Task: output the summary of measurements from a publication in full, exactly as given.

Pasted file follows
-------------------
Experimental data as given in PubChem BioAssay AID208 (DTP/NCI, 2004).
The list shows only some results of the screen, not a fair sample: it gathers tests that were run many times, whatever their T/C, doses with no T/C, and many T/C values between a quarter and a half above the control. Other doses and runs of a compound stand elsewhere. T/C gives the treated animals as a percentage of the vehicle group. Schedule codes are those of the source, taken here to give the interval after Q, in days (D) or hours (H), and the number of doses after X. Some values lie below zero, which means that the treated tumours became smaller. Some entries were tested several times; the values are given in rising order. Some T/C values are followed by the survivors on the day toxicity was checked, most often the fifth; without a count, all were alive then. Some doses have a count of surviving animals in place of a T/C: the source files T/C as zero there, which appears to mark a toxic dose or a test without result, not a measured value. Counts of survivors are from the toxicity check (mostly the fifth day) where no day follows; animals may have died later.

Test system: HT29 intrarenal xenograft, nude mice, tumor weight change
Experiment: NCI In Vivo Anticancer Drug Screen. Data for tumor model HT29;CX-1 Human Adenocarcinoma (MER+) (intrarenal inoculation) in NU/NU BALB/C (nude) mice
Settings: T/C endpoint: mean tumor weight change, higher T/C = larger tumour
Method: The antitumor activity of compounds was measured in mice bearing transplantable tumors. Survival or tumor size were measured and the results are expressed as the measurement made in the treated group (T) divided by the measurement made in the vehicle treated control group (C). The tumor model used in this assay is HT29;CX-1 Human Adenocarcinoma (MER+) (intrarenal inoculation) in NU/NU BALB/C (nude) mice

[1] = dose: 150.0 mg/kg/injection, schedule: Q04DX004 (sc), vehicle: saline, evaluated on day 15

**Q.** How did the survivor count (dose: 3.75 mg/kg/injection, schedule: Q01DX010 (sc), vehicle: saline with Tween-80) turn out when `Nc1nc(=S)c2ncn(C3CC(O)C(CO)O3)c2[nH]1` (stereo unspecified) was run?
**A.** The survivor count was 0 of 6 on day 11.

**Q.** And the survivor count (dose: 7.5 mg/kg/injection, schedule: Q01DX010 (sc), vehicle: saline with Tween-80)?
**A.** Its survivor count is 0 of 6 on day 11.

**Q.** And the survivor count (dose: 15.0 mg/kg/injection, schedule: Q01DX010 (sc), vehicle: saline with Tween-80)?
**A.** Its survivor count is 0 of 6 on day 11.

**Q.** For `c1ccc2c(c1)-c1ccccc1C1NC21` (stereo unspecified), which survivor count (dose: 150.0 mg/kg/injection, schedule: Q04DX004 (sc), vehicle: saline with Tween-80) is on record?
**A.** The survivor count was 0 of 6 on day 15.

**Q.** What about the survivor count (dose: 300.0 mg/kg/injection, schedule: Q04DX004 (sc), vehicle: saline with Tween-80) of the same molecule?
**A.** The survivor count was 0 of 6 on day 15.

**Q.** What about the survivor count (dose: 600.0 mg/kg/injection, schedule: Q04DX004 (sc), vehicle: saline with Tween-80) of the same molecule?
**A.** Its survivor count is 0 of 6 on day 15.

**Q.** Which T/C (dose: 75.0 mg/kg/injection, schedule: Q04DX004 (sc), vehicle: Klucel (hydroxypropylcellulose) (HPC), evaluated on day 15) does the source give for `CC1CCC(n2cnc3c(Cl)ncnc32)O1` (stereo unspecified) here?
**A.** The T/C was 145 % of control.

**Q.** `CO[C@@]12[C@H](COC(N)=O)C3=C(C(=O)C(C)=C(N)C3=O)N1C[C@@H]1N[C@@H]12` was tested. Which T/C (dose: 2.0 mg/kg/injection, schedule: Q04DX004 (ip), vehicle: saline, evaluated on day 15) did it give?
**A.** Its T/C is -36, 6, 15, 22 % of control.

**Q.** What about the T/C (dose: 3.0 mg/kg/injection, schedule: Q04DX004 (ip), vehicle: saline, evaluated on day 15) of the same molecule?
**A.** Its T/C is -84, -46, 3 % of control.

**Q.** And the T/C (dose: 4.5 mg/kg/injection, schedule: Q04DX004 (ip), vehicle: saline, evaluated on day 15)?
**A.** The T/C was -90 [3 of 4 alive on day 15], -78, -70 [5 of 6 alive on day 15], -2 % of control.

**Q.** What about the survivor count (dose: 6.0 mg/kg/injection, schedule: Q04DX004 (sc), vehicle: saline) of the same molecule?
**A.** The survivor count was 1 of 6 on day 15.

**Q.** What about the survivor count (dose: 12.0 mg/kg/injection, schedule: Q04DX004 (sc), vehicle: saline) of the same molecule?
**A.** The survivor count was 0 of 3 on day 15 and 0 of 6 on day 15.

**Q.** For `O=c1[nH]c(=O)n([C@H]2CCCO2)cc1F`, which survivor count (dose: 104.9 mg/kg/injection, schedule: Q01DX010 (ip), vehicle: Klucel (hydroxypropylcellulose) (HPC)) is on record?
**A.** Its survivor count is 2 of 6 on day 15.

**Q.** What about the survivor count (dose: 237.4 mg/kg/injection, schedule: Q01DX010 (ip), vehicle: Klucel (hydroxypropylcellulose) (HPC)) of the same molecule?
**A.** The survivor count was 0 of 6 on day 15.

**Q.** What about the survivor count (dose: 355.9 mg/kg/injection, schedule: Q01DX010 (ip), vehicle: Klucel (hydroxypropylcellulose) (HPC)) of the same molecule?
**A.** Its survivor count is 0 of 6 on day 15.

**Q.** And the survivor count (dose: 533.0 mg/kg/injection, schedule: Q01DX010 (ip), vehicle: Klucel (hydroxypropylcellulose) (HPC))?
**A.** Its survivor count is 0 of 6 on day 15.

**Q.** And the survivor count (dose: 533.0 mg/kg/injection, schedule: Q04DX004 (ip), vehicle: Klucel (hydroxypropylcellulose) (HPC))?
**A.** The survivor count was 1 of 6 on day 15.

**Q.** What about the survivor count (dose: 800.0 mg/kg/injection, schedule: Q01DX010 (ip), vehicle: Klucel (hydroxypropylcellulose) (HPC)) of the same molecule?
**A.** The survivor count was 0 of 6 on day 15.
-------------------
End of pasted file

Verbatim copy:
Experimental data as given in PubChem BioAssay AID208 (DTP/NCI, 2004).
The list shows only some results of the screen, not a fair sample: it gathers tests that were run many times, whatever their T/C, doses with no T/C, and many T/C values between a quarter and a half above the control. Other doses and runs of a compound stand elsewhere. T/C gives the treated animals as a percentage of the vehicle group. Schedule codes are those of the source, taken here to give the interval after Q, in days (D) or hours (H), and the number of doses after X. Some values lie below zero, which means that the treated tumours became smaller. Some entries were tested several times; the values are given in rising order. Some T/C values are followed by the survivors on the day toxicity was checked, most often the fifth; without a count, all were alive then. Some doses have a count of surviving animals in place of a T/C: the source files T/C as zero there, which appears to mark a toxic dose or a test without result, not a measured value. Counts of survivors are from the toxicity check (mostly the fifth day) where no day follows; animals may have died later.

Test system: HT29 intrarenal xenograft, nude mice, tumor weight change
Experiment: NCI In Vivo Anticancer Drug Screen. Data for tumor model HT29;CX-1 Human Adenocarcinoma (MER+) (intrarenal inoculation) in NU/NU BALB/C (nude) mice
Settings: T/C endpoint: mean tumor weight change, higher T/C = larger tumour
Method: The antitumor activity of compounds was measured in mice bearing transplantable tumors. Survival or tumor size were measured and the results are expressed as the measurement made in the treated group (T) divided by the measurement made in the vehicle treated control group (C). The tumor model used in this assay is HT29;CX-1 Human Adenocarcinoma (MER+) (intrarenal inoculation) in NU/NU BALB/C (nude) mice

[1] = dose: 150.0 mg/kg/injection, schedule: Q04DX004 (sc), vehicle: saline, evaluated on day 15

**Q.** How did the survivor count (dose: 3.75 mg/kg/injection, schedule: Q01DX010 (sc), vehicle: saline with Tween-80) turn out when `Nc1nc(=S)c2ncn(C3CC(O)C(CO)O3)c2[nH]1` (stereo unspecified) was run?
**A.** The survivor count was 0 of 6 on day 11.

**Q.** And the survivor count (dose: 7.5 mg/kg/injection, schedule: Q01DX010 (sc), vehicle: saline with Tween-80)?
**A.** Its survivor count is 0 of 6 on day 11.

**Q.** And the survivor count (dose: 15.0 mg/kg/injection, schedule: Q01DX010 (sc), vehicle: saline with Tween-80)?
**A.** Its survivor count is 0 of 6 on day 11.

**Q.** For `c1ccc2c(c1)-c1ccccc1C1NC21` (stereo unspecified), which survivor count (dose: 150.0 mg/kg/injection, schedule: Q04DX004 (sc), vehicle: saline with Tween-80) is on record?
**A.** The survivor count was 0 of 6 on day 15.

**Q.** What about the survivor count (dose: 300.0 mg/kg/injection, schedule: Q04DX004 (sc), vehicle: saline with Tween-80) of the same molecule?
**A.** The survivor count was 0 of 6 on day 15.

**Q.** What about the survivor count (dose: 600.0 mg/kg/injection, schedule: Q04DX004 (sc), vehicle: saline with Tween-80) of the same molecule?
**A.** Its survivor count is 0 of 6 on day 15.

**Q.** Which T/C (dose: 75.0 mg/kg/injection, schedule: Q04DX004 (sc), vehicle: Klucel (hydroxypropylcellulose) (HPC), evaluated on day 15) does the source give for `CC1CCC(n2cnc3c(Cl)ncnc32)O1` (stereo unspecified) here?
**A.** The T/C was 145 % of control.

**Q.** `CO[C@@]12[C@H](COC(N)=O)C3=C(C(=O)C(C)=C(N)C3=O)N1C[C@@H]1N[C@@H]12` was tested. Which T/C (dose: 2.0 mg/kg/injection, schedule: Q04DX004 (ip), vehicle: saline, evaluated on day 15) did it give?
**A.** Its T/C is -36, 6, 15, 22 % of control.

**Q.** What about the T/C (dose: 3.0 mg/kg/injection, schedule: Q04DX004 (ip), vehicle: saline, evaluated on day 15) of the same molecule?
**A.** Its T/C is -84, -46, 3 % of control.

**Q.** And the T/C (dose: 4.5 mg/kg/injection, schedule: Q04DX004 (ip), vehicle: saline, evaluated on day 15)?
**A.** The T/C was -90 [3 of 4 alive on day 15], -78, -70 [5 of 6 alive on day 15], -2 % of control.

**Q.** What about the survivor count (dose: 6.0 mg/kg/injection, schedule: Q04DX004 (sc), vehicle: saline) of the same molecule?
**A.** The survivor count was 1 of 6 on day 15.

**Q.** What about the survivor count (dose: 12.0 mg/kg/injection, schedule: Q04DX004 (sc), vehicle: saline) of the same molecule?
**A.** The survivor count was 0 of 3 on day 15 and 0 of 6 on day 15.

**Q.** For `O=c1[nH]c(=O)n([C@H]2CCCO2)cc1F`, which survivor count (dose: 104.9 mg/kg/injection, schedule: Q01DX010 (ip), vehicle: Klucel (hydroxypropylcellulose) (HPC)) is on record?
**A.** Its survivor count is 2 of 6 on day 15.

**Q.** What about the survivor count (dose: 237.4 mg/kg/injection, schedule: Q01DX010 (ip), vehicle: Klucel (hydroxypropylcellulose) (HPC)) of the same molecule?
**A.** The survivor count was 0 of 6 on day 15.

**Q.** What about the survivor count (dose: 355.9 mg/kg/injection, schedule: Q01DX010 (ip), vehicle: Klucel (hydroxypropylcellulose) (HPC)) of the same molecule?
**A.** Its survivor count is 0 of 6 on day 15.

**Q.** And the survivor count (dose: 533.0 mg/kg/injection, schedule: Q01DX010 (ip), vehicle: Klucel (hydroxypropylcellulose) (HPC))?
**A.** Its survivor count is 0 of 6 on day 15.

**Q.** And the survivor count (dose: 533.0 mg/kg/injection, schedule: Q04DX004 (ip), vehicle: Klucel (hydroxypropylcellulose) (HPC))?
**A.** The survivor count was 1 of 6 on day 15.

**Q.** What about the survivor count (dose: 800.0 mg/kg/injection, schedule: Q01DX010 (ip), vehicle: Klucel (hydroxypropylcellulose) (HPC)) of the same molecule?
**A.** The survivor count was 0 of 6 on day 15.